• The only good thing about being too sick to drink wine is that one doesn’t have to worry about which wine to drink with dinner. When your meals are turkey vegetable soup for four days in a row, pairing doesn’t matter much.

• Second irony? The last glass of wine I had before I got sick was an oxidized, not-very-Beaujolais-like Beaujolais at one of Dallas’ more trendy French-style bistros. Talk about leaving a bad taste in your mouth.

Finally, I felt too crappy to care enough to to look at the blog numbers. Which is just as well, since they no longer resemble one of the best read wine blogs in the cyber-ether, but sit about where they were a decade ago. The drop in visitors I noted in the coronavirus post has accelerated, and if I was the kind of person who worried about metrics, I would be worrying.

Follow-up: The fifth $3 wine challenge

$3 wine

Consumers have gone through a lot — and I mean a lot — of empty $3 wine bottles since Two-buck Chuck debuted 18 years ago.

Does the continuing popularity of $3 wine, which isn’t all that tasty, tell us more about the wine business than the wine business wants to know?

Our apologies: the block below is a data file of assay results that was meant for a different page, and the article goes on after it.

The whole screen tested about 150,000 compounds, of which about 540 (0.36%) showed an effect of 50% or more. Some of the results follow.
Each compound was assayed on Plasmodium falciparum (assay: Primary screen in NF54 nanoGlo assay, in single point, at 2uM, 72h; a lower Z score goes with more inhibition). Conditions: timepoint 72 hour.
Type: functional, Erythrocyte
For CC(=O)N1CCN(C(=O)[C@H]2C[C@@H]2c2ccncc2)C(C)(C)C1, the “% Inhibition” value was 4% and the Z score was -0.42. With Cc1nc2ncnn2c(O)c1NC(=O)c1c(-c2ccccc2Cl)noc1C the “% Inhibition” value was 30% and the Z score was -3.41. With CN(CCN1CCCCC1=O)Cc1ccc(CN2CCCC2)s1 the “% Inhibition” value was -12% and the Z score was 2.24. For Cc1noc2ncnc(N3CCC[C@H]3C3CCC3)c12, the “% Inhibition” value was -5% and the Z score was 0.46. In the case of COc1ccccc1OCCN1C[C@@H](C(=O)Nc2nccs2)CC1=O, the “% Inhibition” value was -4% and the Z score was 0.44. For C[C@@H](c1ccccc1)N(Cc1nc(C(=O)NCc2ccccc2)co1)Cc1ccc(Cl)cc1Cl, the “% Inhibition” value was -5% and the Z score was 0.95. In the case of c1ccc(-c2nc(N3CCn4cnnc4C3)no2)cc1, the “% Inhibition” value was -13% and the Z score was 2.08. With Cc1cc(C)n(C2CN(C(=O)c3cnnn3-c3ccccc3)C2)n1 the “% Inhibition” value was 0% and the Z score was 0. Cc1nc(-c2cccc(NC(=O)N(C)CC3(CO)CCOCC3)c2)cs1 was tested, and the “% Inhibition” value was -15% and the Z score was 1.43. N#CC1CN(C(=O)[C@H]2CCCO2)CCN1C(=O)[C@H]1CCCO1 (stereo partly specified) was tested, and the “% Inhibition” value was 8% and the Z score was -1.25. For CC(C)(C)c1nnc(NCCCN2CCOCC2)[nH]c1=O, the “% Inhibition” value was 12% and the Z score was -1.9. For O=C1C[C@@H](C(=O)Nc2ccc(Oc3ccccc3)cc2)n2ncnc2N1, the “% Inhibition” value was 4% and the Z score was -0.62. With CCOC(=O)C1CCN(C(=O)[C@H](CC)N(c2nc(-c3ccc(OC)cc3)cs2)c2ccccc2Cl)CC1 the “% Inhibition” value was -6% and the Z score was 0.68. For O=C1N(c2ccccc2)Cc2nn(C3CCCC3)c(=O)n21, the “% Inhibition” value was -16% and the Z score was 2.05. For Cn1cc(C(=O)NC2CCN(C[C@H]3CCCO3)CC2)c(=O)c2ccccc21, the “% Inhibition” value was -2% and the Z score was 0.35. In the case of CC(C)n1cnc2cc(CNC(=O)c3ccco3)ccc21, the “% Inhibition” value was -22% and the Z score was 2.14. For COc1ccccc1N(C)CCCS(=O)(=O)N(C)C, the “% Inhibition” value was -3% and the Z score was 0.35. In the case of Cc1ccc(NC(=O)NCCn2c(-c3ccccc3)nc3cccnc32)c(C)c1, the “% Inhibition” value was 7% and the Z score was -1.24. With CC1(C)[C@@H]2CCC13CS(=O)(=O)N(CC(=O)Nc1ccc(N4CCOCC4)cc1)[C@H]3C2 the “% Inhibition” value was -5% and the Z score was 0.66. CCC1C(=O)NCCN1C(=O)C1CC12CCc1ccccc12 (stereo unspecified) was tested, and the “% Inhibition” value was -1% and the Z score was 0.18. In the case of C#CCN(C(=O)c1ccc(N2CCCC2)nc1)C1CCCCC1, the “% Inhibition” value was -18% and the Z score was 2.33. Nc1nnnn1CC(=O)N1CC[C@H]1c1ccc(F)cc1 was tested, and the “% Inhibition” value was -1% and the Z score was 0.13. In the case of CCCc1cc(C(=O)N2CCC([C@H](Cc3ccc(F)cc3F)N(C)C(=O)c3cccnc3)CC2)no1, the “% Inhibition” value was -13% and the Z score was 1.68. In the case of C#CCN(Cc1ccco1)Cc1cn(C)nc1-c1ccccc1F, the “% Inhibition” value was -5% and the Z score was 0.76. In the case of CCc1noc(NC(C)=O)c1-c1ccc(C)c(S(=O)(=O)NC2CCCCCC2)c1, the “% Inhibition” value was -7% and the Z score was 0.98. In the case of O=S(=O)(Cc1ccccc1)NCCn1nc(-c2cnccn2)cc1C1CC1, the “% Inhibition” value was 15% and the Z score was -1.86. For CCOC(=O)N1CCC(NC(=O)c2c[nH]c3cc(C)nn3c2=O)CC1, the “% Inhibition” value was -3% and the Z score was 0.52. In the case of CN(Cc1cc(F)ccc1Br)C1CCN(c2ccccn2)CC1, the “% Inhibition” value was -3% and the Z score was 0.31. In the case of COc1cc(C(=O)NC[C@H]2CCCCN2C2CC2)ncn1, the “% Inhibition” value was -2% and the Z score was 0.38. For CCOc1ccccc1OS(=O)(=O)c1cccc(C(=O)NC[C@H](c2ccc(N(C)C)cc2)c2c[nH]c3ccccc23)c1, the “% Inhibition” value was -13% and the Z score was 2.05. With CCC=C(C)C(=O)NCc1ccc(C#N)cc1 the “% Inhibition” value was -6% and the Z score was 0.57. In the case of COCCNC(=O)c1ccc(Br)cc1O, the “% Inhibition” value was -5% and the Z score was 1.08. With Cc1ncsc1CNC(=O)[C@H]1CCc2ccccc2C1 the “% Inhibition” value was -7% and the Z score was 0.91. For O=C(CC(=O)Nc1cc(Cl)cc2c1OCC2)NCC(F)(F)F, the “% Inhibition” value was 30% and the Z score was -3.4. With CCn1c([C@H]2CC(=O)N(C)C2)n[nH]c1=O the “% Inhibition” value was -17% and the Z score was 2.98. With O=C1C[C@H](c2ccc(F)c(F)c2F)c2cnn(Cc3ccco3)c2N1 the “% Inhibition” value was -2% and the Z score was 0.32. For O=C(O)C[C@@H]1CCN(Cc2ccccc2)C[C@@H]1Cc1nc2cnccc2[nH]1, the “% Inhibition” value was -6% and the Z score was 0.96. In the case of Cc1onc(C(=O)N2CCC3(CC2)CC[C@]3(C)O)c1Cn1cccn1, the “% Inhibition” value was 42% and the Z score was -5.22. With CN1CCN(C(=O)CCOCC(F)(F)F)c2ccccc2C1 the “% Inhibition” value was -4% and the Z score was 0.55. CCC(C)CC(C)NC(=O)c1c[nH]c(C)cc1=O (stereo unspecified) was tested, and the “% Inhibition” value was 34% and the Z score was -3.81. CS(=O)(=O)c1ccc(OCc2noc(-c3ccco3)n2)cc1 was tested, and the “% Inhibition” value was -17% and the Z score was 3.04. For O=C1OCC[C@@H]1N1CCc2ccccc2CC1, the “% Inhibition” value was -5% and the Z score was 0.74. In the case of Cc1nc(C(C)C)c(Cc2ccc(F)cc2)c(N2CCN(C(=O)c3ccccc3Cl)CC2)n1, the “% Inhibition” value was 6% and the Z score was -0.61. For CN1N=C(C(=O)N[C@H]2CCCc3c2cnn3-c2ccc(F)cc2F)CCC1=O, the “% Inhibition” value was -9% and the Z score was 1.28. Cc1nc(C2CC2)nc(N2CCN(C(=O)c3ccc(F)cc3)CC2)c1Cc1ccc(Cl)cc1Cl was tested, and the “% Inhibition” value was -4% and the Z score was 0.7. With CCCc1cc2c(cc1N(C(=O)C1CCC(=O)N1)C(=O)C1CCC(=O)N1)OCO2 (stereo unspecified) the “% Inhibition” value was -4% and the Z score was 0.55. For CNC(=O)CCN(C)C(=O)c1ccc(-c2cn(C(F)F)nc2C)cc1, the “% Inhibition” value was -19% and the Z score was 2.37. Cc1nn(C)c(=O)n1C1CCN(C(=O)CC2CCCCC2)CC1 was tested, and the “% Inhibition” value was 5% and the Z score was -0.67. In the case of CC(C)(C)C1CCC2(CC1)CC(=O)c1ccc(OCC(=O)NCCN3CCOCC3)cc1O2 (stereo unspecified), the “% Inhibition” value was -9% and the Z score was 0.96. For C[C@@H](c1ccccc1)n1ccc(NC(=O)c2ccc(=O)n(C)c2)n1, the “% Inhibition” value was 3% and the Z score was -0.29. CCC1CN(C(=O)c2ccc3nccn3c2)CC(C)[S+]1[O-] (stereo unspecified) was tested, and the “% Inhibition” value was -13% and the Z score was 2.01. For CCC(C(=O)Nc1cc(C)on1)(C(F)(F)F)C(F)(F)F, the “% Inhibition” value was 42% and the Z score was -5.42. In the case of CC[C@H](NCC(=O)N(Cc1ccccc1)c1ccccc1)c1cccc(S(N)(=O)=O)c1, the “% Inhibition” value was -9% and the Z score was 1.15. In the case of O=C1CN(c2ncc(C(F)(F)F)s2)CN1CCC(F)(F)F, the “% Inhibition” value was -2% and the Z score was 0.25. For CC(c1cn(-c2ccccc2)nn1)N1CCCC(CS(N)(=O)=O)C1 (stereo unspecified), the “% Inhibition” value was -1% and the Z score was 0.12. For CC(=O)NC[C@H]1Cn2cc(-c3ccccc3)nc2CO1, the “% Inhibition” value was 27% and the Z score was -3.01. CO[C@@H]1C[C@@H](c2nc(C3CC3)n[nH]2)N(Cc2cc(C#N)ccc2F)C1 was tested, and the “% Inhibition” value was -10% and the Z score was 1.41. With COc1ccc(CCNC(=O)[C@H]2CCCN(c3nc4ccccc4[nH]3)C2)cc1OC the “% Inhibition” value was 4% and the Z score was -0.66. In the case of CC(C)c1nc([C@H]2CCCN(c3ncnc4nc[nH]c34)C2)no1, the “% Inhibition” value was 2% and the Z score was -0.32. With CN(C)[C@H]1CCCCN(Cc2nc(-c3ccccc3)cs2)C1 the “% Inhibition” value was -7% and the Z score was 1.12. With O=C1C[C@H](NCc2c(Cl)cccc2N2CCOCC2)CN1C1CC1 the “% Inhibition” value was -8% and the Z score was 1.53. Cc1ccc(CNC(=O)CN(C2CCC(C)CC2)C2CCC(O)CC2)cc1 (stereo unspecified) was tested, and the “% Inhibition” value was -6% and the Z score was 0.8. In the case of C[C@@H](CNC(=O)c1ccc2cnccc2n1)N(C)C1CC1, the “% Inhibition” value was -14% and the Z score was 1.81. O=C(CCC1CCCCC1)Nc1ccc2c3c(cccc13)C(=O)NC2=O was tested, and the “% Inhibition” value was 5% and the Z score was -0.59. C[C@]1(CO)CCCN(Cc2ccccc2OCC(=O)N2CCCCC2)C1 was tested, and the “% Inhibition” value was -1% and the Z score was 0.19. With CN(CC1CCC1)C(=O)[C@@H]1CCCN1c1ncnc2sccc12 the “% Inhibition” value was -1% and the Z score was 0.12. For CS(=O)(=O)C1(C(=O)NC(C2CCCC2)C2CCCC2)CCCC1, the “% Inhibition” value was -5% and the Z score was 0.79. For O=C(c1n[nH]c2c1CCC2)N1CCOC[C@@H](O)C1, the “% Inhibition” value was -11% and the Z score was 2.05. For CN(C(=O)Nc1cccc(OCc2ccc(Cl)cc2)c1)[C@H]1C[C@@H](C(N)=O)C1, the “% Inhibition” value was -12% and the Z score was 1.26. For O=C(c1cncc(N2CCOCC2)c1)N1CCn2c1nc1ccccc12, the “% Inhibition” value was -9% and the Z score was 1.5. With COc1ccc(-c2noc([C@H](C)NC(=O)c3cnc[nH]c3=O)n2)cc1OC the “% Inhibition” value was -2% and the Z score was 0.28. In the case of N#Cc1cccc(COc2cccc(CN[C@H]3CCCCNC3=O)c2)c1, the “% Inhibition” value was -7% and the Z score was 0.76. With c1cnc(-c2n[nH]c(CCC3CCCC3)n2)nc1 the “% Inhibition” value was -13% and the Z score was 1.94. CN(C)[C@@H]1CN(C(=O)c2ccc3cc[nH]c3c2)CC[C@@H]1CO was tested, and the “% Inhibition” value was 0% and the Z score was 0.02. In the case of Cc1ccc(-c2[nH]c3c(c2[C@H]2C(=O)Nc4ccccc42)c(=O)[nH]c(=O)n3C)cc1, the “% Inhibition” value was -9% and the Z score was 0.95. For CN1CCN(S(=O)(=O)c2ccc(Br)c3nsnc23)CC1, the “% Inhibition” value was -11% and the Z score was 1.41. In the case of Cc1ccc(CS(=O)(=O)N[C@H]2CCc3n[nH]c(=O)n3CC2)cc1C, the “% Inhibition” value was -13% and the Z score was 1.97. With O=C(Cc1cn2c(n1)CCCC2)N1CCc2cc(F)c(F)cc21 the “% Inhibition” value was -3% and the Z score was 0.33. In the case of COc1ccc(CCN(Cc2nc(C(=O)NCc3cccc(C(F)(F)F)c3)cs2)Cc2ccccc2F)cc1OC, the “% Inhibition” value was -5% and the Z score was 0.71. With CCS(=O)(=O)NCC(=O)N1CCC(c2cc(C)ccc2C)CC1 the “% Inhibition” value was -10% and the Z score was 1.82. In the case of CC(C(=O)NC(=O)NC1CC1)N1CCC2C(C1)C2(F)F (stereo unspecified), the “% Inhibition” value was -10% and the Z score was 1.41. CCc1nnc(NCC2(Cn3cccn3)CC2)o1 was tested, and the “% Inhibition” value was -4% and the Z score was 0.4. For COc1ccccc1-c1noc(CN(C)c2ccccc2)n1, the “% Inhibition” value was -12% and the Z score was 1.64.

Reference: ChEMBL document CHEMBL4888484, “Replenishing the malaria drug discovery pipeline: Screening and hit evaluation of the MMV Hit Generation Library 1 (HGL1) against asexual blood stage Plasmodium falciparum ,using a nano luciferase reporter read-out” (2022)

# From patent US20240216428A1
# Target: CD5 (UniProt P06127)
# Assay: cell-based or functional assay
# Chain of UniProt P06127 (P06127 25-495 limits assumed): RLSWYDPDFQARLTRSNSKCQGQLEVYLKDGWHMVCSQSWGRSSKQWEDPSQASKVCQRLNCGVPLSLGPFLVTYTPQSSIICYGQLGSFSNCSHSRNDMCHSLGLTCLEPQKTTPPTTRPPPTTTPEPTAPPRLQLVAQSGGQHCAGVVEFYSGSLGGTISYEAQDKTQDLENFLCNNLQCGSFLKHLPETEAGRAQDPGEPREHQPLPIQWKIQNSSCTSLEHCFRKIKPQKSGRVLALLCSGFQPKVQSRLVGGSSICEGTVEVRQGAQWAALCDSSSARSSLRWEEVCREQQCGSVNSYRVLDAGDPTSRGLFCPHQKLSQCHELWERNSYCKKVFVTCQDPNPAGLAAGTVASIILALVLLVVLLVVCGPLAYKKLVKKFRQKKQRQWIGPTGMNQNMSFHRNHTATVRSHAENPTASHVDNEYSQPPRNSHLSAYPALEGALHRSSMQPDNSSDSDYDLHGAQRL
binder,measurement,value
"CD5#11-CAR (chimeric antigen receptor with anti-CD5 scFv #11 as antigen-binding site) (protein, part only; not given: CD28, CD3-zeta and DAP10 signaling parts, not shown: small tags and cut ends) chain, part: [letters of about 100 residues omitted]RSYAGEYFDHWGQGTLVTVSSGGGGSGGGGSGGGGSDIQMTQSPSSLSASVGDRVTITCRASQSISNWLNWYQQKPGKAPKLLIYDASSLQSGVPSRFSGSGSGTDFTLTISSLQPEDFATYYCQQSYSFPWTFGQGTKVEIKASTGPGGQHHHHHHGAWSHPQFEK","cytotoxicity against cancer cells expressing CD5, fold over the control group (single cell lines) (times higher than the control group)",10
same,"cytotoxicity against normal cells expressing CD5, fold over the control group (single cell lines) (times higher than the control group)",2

Five times I’ve tasted $3 wine to see if wine drinkers can survive on ultra-cheap wine. Five times, the answer has been no – and the wines have tasted worse each time I have done it. So why do these wines still exist?

Welcome to the deep, dark dirty secret of the wine business — and which is rearing its ugly head this year: We buy wine on price, and if the price is low enough, nothing else much matters. Despite all of the hoopla about premiumization and trading up, $3 wine exists because people buy it. And we buy lots and lots of it.

Trader Joe’s has sold more than 83 million cases of Two-buck Chuck since the wine debuted in 2002, about 4.6 million cases a year. That would make the Charles Shaw brand the 10th biggest winery in the country by volume in 2020 if it actually existed. And, surprisingly, that total is closer to No. 9 Jackson Family and its ubiquitous Kendall Jackson chardonnay, than almost anyone could imagine.

It’s also worth noting the success of E&J Gallo’s $7 Barefoot, which is estimated to sell $1 billion worth of wine this year, about 18 million cases, That would make it the fifth biggest brand in the country if Gallo didn’t own it. And, when we parse the data, isn’t the popularity of White Claw and the rest of the hard seltzers about price? Why would someone buy flavored spritzy water with a bit of booze if it wasn’t cheap? Like Two-buck Chuck, they’re certainly not buying it for the sensual experience.

The other thing that fascinates me about $3 wine? That its adherents take it as a personal affront when I criticize it. How can you be such a snob? they ask (and not always that politely). We’ll ignore for a moment that I may be the least snobbish person in the wine business. What matters is that they need affirmation that buying on price is OK, because that’s the exact opposite of the way the wine business works.